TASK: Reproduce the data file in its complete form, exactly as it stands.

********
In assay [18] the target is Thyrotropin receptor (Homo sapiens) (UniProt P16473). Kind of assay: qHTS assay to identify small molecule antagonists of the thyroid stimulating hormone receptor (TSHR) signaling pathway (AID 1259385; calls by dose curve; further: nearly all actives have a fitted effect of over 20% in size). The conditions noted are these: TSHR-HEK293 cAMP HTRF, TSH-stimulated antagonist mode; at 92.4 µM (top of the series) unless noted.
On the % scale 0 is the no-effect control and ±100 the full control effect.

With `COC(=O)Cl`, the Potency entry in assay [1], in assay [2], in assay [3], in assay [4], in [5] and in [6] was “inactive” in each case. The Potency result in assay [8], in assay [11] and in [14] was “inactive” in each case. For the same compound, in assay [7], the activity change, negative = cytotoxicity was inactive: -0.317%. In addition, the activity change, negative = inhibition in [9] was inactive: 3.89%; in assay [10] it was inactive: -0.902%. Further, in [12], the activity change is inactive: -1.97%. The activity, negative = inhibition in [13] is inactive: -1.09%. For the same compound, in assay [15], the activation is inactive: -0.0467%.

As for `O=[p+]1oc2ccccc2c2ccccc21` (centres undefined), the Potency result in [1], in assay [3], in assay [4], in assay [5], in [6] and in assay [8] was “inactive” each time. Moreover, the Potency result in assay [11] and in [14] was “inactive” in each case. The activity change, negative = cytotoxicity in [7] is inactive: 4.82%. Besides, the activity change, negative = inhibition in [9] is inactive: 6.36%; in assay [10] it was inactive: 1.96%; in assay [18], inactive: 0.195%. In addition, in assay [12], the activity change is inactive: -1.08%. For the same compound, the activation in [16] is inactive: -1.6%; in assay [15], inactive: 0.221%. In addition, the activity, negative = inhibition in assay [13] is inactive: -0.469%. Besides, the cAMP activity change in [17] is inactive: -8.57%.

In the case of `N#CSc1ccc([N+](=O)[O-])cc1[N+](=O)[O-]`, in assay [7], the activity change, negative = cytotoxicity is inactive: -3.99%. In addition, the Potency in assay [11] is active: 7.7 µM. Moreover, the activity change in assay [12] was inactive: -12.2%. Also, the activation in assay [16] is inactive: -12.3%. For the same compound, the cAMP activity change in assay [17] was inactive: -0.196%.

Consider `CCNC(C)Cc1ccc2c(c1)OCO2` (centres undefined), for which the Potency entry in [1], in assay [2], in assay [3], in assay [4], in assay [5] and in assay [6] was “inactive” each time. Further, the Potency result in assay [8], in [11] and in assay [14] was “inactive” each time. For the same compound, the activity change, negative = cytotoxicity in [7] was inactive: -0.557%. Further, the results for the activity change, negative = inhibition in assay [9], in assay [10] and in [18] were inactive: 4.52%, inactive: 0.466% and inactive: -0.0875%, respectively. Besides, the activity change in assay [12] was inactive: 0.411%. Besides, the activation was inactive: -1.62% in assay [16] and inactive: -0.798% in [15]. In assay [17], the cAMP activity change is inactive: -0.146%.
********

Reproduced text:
In assay [18] the target is Thyrotropin receptor (Homo sapiens) (UniProt P16473). Kind of assay: qHTS assay to identify small molecule antagonists of the thyroid stimulating hormone receptor (TSHR) signaling pathway (AID 1259385; calls by dose curve; further: nearly all actives have a fitted effect of over 20% in size). The conditions noted are these: TSHR-HEK293 cAMP HTRF, TSH-stimulated antagonist mode; at 92.4 µM (top of the series) unless noted.
On the % scale 0 is the no-effect control and ±100 the full control effect.

With `COC(=O)Cl`, the Potency entry in assay [1], in assay [2], in assay [3], in assay [4], in [5] and in [6] was “inactive” in each case. The Potency result in assay [8], in assay [11] and in [14] was “inactive” in each case. For the same compound, in assay [7], the activity change, negative = cytotoxicity was inactive: -0.317%. In addition, the activity change, negative = inhibition in [9] was inactive: 3.89%; in assay [10] it was inactive: -0.902%. Further, in [12], the activity change is inactive: -1.97%. The activity, negative = inhibition in [13] is inactive: -1.09%. For the same compound, in assay [15], the activation is inactive: -0.0467%.

As for `O=[p+]1oc2ccccc2c2ccccc21` (centres undefined), the Potency result in [1], in assay [3], in assay [4], in assay [5], in [6] and in assay [8] was “inactive” each time. Moreover, the Potency result in assay [11] and in [14] was “inactive” in each case. The activity change, negative = cytotoxicity in [7] is inactive: 4.82%. Besides, the activity change, negative = inhibition in [9] is inactive: 6.36%; in assay [10] it was inactive: 1.96%; in assay [18], inactive: 0.195%. In addition, in assay [12], the activity change is inactive: -1.08%. For the same compound, the activation in [16] is inactive: -1.6%; in assay [15], inactive: 0.221%. In addition, the activity, negative = inhibition in assay [13] is inactive: -0.469%. Besides, the cAMP activity change in [17] is inactive: -8.57%.

In the case of `N#CSc1ccc([N+](=O)[O-])cc1[N+](=O)[O-]`, in assay [7], the activity change, negative = cytotoxicity is inactive: -3.99%. In addition, the Potency in assay [11] is active: 7.7 µM. Moreover, the activity change in assay [12] was inactive: -12.2%. Also, the activation in assay [16] is inactive: -12.3%. For the same compound, the cAMP activity change in assay [17] was inactive: -0.196%.

Consider `CCNC(C)Cc1ccc2c(c1)OCO2` (centres undefined), for which the Potency entry in [1], in assay [2], in assay [3], in assay [4], in assay [5] and in assay [6] was “inactive” each time. Further, the Potency result in assay [8], in [11] and in assay [14] was “inactive” each time. For the same compound, the activity change, negative = cytotoxicity in [7] was inactive: -0.557%. Further, the results for the activity change, negative = inhibition in assay [9], in assay [10] and in [18] were inactive: 4.52%, inactive: 0.466% and inactive: -0.0875%, respectively. Besides, the activity change in assay [12] was inactive: 0.411%. Besides, the activation was inactive: -1.62% in assay [16] and inactive: -0.798% in [15]. In assay [17], the cAMP activity change is inactive: -0.146%.